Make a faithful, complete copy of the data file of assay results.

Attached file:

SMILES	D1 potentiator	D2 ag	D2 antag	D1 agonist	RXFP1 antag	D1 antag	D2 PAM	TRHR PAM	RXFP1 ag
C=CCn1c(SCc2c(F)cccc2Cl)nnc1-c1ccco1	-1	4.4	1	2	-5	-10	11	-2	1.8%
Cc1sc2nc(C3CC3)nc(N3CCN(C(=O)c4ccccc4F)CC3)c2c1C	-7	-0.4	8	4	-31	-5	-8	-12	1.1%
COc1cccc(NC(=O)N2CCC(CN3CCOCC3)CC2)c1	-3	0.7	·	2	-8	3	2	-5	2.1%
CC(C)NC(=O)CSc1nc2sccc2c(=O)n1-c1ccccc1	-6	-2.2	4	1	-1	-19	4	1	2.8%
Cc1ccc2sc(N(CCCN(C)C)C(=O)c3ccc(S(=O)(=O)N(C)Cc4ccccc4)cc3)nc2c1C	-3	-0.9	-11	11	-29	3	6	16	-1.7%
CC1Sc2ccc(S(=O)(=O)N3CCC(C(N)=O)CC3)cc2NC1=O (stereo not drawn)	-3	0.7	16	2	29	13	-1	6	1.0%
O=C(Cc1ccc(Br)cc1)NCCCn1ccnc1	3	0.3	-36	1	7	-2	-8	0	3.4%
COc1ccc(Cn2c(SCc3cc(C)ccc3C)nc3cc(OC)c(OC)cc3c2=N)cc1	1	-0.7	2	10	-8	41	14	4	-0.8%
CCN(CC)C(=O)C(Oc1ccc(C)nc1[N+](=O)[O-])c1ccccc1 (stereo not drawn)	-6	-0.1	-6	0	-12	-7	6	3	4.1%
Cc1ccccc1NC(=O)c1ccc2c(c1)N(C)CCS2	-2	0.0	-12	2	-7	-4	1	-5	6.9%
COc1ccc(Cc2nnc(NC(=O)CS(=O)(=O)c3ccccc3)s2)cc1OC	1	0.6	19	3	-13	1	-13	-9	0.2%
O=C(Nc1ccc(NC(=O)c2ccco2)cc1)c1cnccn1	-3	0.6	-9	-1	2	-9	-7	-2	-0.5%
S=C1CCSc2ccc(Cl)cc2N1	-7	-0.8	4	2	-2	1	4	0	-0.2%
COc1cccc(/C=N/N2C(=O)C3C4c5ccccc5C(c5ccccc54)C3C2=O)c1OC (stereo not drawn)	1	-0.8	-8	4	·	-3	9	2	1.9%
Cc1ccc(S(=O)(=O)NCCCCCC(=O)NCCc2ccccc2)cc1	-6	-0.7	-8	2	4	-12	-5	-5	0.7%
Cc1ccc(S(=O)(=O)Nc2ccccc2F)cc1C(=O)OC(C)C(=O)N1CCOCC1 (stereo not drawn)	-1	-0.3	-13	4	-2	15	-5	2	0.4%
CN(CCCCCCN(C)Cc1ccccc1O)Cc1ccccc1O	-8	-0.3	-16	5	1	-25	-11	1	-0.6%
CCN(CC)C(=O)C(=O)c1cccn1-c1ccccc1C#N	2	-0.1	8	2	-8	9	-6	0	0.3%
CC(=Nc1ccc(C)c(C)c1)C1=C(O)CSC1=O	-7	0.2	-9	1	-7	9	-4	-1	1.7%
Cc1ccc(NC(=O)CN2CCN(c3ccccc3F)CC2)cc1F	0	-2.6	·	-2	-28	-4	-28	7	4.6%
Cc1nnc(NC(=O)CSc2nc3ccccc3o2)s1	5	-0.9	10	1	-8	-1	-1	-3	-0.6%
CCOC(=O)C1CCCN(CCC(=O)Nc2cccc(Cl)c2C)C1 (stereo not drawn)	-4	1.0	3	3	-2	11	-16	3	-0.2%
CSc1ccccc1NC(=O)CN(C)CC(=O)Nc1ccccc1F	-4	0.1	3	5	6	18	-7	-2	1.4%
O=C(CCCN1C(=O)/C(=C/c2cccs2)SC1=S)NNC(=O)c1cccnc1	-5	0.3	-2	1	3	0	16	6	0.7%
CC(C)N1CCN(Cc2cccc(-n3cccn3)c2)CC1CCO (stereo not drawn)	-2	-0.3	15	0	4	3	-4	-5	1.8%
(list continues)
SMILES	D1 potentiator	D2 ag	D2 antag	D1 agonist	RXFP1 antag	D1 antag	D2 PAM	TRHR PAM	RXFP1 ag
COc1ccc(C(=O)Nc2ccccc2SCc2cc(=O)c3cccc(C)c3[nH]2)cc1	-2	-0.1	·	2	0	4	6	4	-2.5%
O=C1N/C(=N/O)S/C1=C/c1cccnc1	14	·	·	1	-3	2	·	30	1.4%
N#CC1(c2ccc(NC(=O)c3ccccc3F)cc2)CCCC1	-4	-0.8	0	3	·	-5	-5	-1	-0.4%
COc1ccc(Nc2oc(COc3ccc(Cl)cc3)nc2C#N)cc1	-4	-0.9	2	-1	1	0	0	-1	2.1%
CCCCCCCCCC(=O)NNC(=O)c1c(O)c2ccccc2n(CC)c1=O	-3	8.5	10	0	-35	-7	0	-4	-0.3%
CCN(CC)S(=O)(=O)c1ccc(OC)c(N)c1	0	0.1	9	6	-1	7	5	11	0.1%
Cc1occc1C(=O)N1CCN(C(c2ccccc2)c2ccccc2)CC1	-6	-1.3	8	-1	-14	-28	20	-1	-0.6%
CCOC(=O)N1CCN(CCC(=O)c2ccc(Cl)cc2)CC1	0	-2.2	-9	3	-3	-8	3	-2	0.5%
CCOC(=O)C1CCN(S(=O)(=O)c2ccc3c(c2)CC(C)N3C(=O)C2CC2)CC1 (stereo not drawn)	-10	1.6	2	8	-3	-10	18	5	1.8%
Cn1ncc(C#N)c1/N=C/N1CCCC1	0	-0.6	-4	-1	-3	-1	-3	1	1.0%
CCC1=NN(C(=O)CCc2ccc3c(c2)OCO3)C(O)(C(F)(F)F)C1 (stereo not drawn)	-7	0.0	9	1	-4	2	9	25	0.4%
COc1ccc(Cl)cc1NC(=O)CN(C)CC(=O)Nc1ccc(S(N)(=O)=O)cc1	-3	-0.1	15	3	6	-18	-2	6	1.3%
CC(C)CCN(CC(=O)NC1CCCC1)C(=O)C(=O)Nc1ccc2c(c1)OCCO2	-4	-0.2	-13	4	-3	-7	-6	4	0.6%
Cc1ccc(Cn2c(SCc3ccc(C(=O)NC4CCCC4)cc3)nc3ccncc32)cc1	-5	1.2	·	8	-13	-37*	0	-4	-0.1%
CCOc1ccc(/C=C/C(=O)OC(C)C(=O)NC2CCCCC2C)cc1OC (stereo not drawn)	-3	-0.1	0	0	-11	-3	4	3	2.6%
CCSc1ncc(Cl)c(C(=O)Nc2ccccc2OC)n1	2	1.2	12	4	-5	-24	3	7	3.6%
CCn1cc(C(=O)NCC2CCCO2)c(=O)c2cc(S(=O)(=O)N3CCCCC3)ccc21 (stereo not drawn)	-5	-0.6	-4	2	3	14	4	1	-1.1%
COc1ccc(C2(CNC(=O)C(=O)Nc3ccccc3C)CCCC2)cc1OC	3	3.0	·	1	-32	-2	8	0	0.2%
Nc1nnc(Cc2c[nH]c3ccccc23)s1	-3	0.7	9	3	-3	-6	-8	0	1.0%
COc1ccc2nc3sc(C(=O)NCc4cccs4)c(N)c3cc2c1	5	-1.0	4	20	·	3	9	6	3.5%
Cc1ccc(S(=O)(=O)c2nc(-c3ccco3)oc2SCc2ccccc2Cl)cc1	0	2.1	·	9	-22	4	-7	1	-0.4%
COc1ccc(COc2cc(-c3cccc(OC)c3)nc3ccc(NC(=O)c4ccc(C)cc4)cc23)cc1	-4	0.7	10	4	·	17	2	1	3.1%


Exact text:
SMILES	D1 potentiator	D2 ag	D2 antag	D1 agonist	RXFP1 antag	D1 antag	D2 PAM	TRHR PAM	RXFP1 ag
C=CCn1c(SCc2c(F)cccc2Cl)nnc1-c1ccco1	-1	4.4	1	2	-5	-10	11	-2	1.8%
Cc1sc2nc(C3CC3)nc(N3CCN(C(=O)c4ccccc4F)CC3)c2c1C	-7	-0.4	8	4	-31	-5	-8	-12	1.1%
COc1cccc(NC(=O)N2CCC(CN3CCOCC3)CC2)c1	-3	0.7	·	2	-8	3	2	-5	2.1%
CC(C)NC(=O)CSc1nc2sccc2c(=O)n1-c1ccccc1	-6	-2.2	4	1	-1	-19	4	1	2.8%
Cc1ccc2sc(N(CCCN(C)C)C(=O)c3ccc(S(=O)(=O)N(C)Cc4ccccc4)cc3)nc2c1C	-3	-0.9	-11	11	-29	3	6	16	-1.7%
CC1Sc2ccc(S(=O)(=O)N3CCC(C(N)=O)CC3)cc2NC1=O (stereo not drawn)	-3	0.7	16	2	29	13	-1	6	1.0%
O=C(Cc1ccc(Br)cc1)NCCCn1ccnc1	3	0.3	-36	1	7	-2	-8	0	3.4%
COc1ccc(Cn2c(SCc3cc(C)ccc3C)nc3cc(OC)c(OC)cc3c2=N)cc1	1	-0.7	2	10	-8	41	14	4	-0.8%
CCN(CC)C(=O)C(Oc1ccc(C)nc1[N+](=O)[O-])c1ccccc1 (stereo not drawn)	-6	-0.1	-6	0	-12	-7	6	3	4.1%
Cc1ccccc1NC(=O)c1ccc2c(c1)N(C)CCS2	-2	0.0	-12	2	-7	-4	1	-5	6.9%
COc1ccc(Cc2nnc(NC(=O)CS(=O)(=O)c3ccccc3)s2)cc1OC	1	0.6	19	3	-13	1	-13	-9	0.2%
O=C(Nc1ccc(NC(=O)c2ccco2)cc1)c1cnccn1	-3	0.6	-9	-1	2	-9	-7	-2	-0.5%
S=C1CCSc2ccc(Cl)cc2N1	-7	-0.8	4	2	-2	1	4	0	-0.2%
COc1cccc(/C=N/N2C(=O)C3C4c5ccccc5C(c5ccccc54)C3C2=O)c1OC (stereo not drawn)	1	-0.8	-8	4	·	-3	9	2	1.9%
Cc1ccc(S(=O)(=O)NCCCCCC(=O)NCCc2ccccc2)cc1	-6	-0.7	-8	2	4	-12	-5	-5	0.7%
Cc1ccc(S(=O)(=O)Nc2ccccc2F)cc1C(=O)OC(C)C(=O)N1CCOCC1 (stereo not drawn)	-1	-0.3	-13	4	-2	15	-5	2	0.4%
CN(CCCCCCN(C)Cc1ccccc1O)Cc1ccccc1O	-8	-0.3	-16	5	1	-25	-11	1	-0.6%
CCN(CC)C(=O)C(=O)c1cccn1-c1ccccc1C#N	2	-0.1	8	2	-8	9	-6	0	0.3%
CC(=Nc1ccc(C)c(C)c1)C1=C(O)CSC1=O	-7	0.2	-9	1	-7	9	-4	-1	1.7%
Cc1ccc(NC(=O)CN2CCN(c3ccccc3F)CC2)cc1F	0	-2.6	·	-2	-28	-4	-28	7	4.6%
Cc1nnc(NC(=O)CSc2nc3ccccc3o2)s1	5	-0.9	10	1	-8	-1	-1	-3	-0.6%
CCOC(=O)C1CCCN(CCC(=O)Nc2cccc(Cl)c2C)C1 (stereo not drawn)	-4	1.0	3	3	-2	11	-16	3	-0.2%
CSc1ccccc1NC(=O)CN(C)CC(=O)Nc1ccccc1F	-4	0.1	3	5	6	18	-7	-2	1.4%
O=C(CCCN1C(=O)/C(=C/c2cccs2)SC1=S)NNC(=O)c1cccnc1	-5	0.3	-2	1	3	0	16	6	0.7%
CC(C)N1CCN(Cc2cccc(-n3cccn3)c2)CC1CCO (stereo not drawn)	-2	-0.3	15	0	4	3	-4	-5	1.8%
(list continues)
SMILES	D1 potentiator	D2 ag	D2 antag	D1 agonist	RXFP1 antag	D1 antag	D2 PAM	TRHR PAM	RXFP1 ag
COc1ccc(C(=O)Nc2ccccc2SCc2cc(=O)c3cccc(C)c3[nH]2)cc1	-2	-0.1	·	2	0	4	6	4	-2.5%
O=C1N/C(=N/O)S/C1=C/c1cccnc1	14	·	·	1	-3	2	·	30	1.4%
N#CC1(c2ccc(NC(=O)c3ccccc3F)cc2)CCCC1	-4	-0.8	0	3	·	-5	-5	-1	-0.4%
COc1ccc(Nc2oc(COc3ccc(Cl)cc3)nc2C#N)cc1	-4	-0.9	2	-1	1	0	0	-1	2.1%
CCCCCCCCCC(=O)NNC(=O)c1c(O)c2ccccc2n(CC)c1=O	-3	8.5	10	0	-35	-7	0	-4	-0.3%
CCN(CC)S(=O)(=O)c1ccc(OC)c(N)c1	0	0.1	9	6	-1	7	5	11	0.1%
Cc1occc1C(=O)N1CCN(C(c2ccccc2)c2ccccc2)CC1	-6	-1.3	8	-1	-14	-28	20	-1	-0.6%
CCOC(=O)N1CCN(CCC(=O)c2ccc(Cl)cc2)CC1	0	-2.2	-9	3	-3	-8	3	-2	0.5%
CCOC(=O)C1CCN(S(=O)(=O)c2ccc3c(c2)CC(C)N3C(=O)C2CC2)CC1 (stereo not drawn)	-10	1.6	2	8	-3	-10	18	5	1.8%
Cn1ncc(C#N)c1/N=C/N1CCCC1	0	-0.6	-4	-1	-3	-1	-3	1	1.0%
CCC1=NN(C(=O)CCc2ccc3c(c2)OCO3)C(O)(C(F)(F)F)C1 (stereo not drawn)	-7	0.0	9	1	-4	2	9	25	0.4%
COc1ccc(Cl)cc1NC(=O)CN(C)CC(=O)Nc1ccc(S(N)(=O)=O)cc1	-3	-0.1	15	3	6	-18	-2	6	1.3%
CC(C)CCN(CC(=O)NC1CCCC1)C(=O)C(=O)Nc1ccc2c(c1)OCCO2	-4	-0.2	-13	4	-3	-7	-6	4	0.6%
Cc1ccc(Cn2c(SCc3ccc(C(=O)NC4CCCC4)cc3)nc3ccncc32)cc1	-5	1.2	·	8	-13	-37*	0	-4	-0.1%
CCOc1ccc(/C=C/C(=O)OC(C)C(=O)NC2CCCCC2C)cc1OC (stereo not drawn)	-3	-0.1	0	0	-11	-3	4	3	2.6%
CCSc1ncc(Cl)c(C(=O)Nc2ccccc2OC)n1	2	1.2	12	4	-5	-24	3	7	3.6%
CCn1cc(C(=O)NCC2CCCO2)c(=O)c2cc(S(=O)(=O)N3CCCCC3)ccc21 (stereo not drawn)	-5	-0.6	-4	2	3	14	4	1	-1.1%
COc1ccc(C2(CNC(=O)C(=O)Nc3ccccc3C)CCCC2)cc1OC	3	3.0	·	1	-32	-2	8	0	0.2%
Nc1nnc(Cc2c[nH]c3ccccc23)s1	-3	0.7	9	3	-3	-6	-8	0	1.0%
COc1ccc2nc3sc(C(=O)NCc4cccs4)c(N)c3cc2c1	5	-1.0	4	20	·	3	9	6	3.5%
Cc1ccc(S(=O)(=O)c2nc(-c3ccco3)oc2SCc2ccccc2Cl)cc1	0	2.1	·	9	-22	4	-7	1	-0.4%
COc1ccc(COc2cc(-c3cccc(OC)c3)nc3ccc(NC(=O)c4ccc(C)cc4)cc23)cc1	-4	0.7	10	4	·	17	2	1	3.1%